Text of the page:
TuneUpFitness Blog

Poses of Instagram (#PosesofInstagram)

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Am I alone in feeling inundated by Instagram yoga photo contests? From a marketing standpoint, I understand that people are drawn to visual stimuli and that pictures are a way of drawing more attention a business, but what are we actually doing? Recently, one of my local studios sponsored an Instagram contest. I found myself completely frustrated with contest poses and the lack of emphasis on healthy strength. Each pose only emphasized what looked good on the model or what would get the biggest ‘wow’ reaction. How is it that in this world of technology and innovation, imagination in how yoga can be expressed for the individual is still lacking?

Yoga selfies...what's the point?
Yoga selfies…what’s the point?

Around the same time, I was reading Carl Paoli’s book, Free+Style, and within the first chapter he told his story of limitation. While growing up, he jumped from sport to sport because he felt limited by duplication. After he mastered a skill set, he quickly became bored and would find something new to throw his energy into. If imitation is limitation that causes students to eventually walk away from a yoga practice, what is the purpose of a contest that celebrates our copycat abilities?

The pictures I see of ultra skinny, overly flexible people and their potentially injurious poses on my Instagram feed make me feel inadequate, and I’m sure that I’m not alone. I can’t touch the sole of my foot to the crown of my head (not that I’m saying I actually want to do this), but when it’s hawked online like something to attain and strive for, I can’t help but wonder who else feels inadequate or too embarrassed to come to a yoga class. In a world that already creates feelings of inadequacy, we should be retreating into our healthy, personalized yoga practice to learn self-acceptance and self-love – not to beat up on and break ourselves striving for the ‘goal’ of a pose. I don’t want my students hurting themselves or walking away from the practice all together because their imitation of a pose felt like a limitation to their practice.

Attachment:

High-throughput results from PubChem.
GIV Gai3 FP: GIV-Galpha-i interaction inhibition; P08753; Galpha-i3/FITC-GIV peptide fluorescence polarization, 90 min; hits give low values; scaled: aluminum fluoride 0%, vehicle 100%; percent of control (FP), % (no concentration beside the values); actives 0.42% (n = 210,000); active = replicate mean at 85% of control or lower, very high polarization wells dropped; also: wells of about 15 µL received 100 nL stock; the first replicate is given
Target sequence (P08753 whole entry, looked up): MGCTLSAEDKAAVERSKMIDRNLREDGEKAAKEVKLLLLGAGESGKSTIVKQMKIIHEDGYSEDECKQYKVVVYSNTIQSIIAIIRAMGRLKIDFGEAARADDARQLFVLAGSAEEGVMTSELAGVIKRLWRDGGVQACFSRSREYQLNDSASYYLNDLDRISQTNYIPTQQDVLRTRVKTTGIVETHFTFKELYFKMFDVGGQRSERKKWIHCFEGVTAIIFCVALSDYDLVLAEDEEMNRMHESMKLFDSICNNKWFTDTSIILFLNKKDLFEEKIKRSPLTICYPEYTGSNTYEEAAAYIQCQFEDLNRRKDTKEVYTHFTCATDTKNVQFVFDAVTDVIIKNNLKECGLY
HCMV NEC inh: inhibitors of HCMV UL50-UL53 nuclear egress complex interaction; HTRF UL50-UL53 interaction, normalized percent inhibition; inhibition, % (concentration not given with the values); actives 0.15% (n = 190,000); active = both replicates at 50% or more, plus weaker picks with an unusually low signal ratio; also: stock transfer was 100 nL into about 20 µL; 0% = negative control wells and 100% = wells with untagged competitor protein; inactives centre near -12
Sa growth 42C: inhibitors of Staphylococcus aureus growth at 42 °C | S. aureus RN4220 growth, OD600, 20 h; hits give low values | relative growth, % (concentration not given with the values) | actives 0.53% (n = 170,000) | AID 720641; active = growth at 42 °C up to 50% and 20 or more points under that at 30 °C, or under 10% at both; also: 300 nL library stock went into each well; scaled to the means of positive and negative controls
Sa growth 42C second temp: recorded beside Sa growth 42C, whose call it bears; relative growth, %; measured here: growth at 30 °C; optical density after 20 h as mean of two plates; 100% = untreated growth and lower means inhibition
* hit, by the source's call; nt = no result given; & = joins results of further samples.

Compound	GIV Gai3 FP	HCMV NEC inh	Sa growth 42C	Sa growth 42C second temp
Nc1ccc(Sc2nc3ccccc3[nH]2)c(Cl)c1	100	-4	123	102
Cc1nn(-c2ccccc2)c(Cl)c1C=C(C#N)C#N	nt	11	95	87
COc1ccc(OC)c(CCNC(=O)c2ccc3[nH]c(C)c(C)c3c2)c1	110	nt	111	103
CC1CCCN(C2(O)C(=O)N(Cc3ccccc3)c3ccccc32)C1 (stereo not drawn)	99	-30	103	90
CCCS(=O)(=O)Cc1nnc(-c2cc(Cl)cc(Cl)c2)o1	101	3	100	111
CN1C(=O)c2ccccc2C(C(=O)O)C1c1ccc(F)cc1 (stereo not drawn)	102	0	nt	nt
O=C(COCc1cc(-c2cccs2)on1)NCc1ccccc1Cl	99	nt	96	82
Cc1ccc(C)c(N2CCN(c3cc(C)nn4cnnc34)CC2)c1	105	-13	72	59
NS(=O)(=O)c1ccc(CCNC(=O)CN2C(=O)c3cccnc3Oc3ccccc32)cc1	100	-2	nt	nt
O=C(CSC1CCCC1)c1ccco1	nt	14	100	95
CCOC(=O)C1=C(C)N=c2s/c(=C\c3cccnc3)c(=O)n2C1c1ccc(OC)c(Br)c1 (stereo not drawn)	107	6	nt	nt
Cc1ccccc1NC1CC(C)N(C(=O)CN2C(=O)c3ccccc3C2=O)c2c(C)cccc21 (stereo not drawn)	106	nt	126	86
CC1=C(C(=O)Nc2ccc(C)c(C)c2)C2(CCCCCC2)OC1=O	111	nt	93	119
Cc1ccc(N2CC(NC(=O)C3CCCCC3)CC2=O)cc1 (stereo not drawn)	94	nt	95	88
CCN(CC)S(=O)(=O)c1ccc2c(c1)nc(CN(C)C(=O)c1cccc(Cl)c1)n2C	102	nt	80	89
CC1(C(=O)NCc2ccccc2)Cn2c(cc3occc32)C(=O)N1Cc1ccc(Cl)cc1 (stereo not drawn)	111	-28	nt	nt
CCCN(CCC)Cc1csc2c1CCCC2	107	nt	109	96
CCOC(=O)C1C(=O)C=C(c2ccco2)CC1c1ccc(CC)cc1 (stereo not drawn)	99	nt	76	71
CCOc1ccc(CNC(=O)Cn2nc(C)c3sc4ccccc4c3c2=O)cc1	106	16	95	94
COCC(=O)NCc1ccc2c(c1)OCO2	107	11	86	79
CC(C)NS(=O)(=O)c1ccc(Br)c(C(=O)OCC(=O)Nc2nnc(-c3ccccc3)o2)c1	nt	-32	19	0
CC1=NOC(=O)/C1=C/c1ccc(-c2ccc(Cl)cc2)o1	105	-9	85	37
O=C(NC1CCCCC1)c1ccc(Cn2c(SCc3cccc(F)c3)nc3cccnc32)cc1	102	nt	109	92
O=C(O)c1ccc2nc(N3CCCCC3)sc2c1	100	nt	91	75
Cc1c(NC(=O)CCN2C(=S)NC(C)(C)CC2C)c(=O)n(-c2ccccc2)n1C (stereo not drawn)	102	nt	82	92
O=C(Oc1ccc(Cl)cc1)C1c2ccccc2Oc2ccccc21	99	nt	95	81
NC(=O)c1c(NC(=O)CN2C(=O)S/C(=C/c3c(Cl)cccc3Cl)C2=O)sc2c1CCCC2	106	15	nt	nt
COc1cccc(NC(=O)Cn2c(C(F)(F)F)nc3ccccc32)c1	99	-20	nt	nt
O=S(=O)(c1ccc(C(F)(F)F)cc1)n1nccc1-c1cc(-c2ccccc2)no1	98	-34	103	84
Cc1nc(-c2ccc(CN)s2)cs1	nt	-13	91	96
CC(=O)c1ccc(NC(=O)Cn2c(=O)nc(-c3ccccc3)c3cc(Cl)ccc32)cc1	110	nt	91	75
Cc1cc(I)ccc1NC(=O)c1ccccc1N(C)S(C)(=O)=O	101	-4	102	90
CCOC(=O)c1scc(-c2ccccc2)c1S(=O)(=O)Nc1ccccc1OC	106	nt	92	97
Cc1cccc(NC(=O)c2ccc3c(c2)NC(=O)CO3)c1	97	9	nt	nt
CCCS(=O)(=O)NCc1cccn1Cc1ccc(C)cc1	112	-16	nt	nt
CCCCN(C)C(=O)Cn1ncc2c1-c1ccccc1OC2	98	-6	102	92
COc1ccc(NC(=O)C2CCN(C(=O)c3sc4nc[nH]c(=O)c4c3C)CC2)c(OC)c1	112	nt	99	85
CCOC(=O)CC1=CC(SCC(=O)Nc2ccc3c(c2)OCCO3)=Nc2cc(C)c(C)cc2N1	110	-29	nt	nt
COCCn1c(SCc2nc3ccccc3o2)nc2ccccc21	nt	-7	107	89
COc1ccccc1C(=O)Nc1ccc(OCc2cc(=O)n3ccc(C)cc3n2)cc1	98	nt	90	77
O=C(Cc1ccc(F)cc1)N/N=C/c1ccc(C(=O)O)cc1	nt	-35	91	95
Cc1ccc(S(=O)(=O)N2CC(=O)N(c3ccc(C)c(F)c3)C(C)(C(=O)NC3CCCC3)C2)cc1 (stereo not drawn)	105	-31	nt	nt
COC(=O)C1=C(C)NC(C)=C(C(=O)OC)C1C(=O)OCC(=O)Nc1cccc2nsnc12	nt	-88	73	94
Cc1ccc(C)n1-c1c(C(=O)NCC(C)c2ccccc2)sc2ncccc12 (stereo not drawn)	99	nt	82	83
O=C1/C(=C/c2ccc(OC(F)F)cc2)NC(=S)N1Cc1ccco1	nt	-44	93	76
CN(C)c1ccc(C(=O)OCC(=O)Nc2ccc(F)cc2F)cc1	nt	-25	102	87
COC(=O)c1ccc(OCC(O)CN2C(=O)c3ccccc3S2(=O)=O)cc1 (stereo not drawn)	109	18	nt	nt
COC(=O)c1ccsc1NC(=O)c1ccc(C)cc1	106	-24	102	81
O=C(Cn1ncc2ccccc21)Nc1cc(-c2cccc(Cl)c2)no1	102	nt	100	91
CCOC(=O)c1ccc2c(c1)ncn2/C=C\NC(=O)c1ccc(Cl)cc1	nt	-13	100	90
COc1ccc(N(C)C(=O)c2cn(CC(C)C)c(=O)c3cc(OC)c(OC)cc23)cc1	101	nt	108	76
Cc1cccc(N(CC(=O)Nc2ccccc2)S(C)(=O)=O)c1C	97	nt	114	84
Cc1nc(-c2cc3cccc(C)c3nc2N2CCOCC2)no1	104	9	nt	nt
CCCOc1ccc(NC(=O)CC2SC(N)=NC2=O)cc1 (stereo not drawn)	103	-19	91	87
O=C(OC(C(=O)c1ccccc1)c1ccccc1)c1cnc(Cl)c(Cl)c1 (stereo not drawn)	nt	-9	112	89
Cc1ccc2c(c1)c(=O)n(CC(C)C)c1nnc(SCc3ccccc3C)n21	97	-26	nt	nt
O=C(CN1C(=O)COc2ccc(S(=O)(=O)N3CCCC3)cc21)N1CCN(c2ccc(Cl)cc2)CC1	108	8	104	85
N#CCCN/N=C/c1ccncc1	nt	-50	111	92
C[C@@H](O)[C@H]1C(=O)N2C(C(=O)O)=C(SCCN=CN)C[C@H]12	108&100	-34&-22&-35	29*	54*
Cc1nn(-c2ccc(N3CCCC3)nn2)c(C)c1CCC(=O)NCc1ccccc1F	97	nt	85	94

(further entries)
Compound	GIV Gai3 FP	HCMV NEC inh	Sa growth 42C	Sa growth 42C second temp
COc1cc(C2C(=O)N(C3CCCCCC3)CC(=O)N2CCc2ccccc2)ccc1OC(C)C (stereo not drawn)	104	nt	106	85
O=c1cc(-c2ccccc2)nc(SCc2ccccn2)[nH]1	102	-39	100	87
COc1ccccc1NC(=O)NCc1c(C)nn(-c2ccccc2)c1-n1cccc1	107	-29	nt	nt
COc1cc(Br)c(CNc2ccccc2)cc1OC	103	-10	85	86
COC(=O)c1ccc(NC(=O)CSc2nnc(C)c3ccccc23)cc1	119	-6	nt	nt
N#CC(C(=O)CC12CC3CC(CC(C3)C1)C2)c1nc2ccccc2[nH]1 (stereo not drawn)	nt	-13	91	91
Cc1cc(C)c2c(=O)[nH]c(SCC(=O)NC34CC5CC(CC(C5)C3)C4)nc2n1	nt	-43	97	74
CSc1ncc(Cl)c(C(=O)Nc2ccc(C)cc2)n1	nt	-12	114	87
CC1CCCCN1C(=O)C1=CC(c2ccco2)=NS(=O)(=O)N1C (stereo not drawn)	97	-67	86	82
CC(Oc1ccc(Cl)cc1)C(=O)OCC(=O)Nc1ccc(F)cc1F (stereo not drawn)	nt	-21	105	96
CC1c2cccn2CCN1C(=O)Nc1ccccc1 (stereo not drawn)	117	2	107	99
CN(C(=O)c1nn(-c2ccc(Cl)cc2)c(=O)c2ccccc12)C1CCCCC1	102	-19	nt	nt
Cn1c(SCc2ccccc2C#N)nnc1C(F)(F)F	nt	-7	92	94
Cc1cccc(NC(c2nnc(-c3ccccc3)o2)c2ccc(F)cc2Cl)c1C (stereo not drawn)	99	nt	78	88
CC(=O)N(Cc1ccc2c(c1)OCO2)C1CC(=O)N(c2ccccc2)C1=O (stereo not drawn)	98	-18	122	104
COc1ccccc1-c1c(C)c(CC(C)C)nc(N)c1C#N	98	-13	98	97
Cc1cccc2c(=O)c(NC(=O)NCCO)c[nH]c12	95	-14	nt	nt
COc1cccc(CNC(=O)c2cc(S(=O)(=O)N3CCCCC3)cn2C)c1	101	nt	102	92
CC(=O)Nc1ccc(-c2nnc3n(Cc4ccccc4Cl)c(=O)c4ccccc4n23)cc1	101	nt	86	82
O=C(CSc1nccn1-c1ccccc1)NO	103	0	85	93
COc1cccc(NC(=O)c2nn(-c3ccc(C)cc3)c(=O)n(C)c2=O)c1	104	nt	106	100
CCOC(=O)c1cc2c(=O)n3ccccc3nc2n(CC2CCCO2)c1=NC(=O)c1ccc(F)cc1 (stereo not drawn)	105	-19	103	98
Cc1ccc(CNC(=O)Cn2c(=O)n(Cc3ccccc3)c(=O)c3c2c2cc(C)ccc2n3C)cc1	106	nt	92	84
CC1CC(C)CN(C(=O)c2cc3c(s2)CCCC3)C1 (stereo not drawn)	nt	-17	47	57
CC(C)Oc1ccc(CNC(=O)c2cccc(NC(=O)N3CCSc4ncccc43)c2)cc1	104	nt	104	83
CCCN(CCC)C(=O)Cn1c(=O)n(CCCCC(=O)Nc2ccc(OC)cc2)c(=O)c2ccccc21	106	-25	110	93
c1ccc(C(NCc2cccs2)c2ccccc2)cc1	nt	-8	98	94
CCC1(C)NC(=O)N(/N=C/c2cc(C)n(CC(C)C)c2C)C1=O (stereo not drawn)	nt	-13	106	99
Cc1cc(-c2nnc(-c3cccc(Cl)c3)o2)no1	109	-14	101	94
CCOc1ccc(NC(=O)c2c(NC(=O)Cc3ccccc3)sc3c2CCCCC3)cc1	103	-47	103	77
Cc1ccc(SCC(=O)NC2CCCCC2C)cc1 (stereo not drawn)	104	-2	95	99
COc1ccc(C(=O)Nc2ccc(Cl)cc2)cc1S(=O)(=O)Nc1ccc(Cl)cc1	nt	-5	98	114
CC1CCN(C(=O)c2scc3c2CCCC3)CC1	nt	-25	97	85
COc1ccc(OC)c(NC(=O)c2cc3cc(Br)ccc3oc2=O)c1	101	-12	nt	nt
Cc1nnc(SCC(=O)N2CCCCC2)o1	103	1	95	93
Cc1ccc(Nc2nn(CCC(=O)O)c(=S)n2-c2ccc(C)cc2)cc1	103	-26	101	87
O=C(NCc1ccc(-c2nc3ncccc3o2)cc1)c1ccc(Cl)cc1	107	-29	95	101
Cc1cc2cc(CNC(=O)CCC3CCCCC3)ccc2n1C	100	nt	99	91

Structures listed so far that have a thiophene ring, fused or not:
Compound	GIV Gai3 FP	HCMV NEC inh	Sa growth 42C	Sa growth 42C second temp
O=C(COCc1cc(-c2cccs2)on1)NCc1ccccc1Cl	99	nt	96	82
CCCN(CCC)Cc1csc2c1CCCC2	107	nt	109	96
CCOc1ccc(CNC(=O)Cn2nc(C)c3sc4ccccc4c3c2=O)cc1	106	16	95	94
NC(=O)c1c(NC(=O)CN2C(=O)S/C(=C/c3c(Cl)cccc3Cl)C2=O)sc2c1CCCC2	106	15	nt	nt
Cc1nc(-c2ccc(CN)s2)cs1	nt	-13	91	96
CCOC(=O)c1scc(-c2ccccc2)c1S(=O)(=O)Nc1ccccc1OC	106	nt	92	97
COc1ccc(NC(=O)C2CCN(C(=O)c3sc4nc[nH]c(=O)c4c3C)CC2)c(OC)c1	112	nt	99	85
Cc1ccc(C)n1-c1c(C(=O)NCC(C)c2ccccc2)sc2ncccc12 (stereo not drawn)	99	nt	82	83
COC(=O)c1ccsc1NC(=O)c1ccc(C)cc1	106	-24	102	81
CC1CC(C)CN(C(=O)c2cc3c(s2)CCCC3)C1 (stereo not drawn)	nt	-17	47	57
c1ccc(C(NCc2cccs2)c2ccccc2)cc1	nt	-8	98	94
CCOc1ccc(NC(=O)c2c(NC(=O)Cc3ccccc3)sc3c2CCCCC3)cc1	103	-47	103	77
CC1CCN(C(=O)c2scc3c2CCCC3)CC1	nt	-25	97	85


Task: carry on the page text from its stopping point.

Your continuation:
I use my personal practice and teaching to express who I am as an individual; it is my art. The times that I have ‘borrowed’ sequences or cues from another teacher have felt restrictive to my own voice and I feel the same constraint when mimicking a posture.

In Yoga Tune Up®, we learn to discover blind spots and how they can be exposed within our own movement patterns and tissue abuse/misuse. But what are the blinds spots that are created from showing only the “pretty poses”? Are we also creating “blind thoughts” by only showing yoga as a bendy, super skinny practice? I think that these “blind thoughts” can lead students to believe that there is only one yoga, one goal, and one path.

Using social media to communicate with your students is one thing, but pictures of poses that are not appropriate can alienate potential yogis. Yoga is not one size fits all and I completely understand that not every teacher is appropriate for every student. I also know that some students will be drawn to teachers because of what they think they can achieve if they practice with them. But isn’t the purpose of yoga to increase the longevity and vitality of life? If the Western “go-get-‘em” spin on yoga is leading to injuries, how does this lead to that longevity and agility? All too often I see social media announcements and proclamations that if you just practice hard enough and with the ‘right’ teacher, you too will be nailing headstands, soaring in crow, and folding into a blissful lotus. But practice isn’t the whole story – your bone structure and your tissues have a story to tell as well and perhaps they’re telling you that a complicated pose isn’t right for you.

I teach my students to live better in their bodies. I feel that living better in your body does not mean living with pain in the sacroiliac joint from overdoing a twist, tearing a biceps tendon from too many chaturangas, or straining the hamstring tendons because it’s necessary to stick your foot behind your head, all in the name of imitation. Living better in your body means embodying the practice individually; it means assessing the poses and using the practice to create healthy habits for everyday living.

Come back Friday for my tips on how I blend asana with YTU poses!


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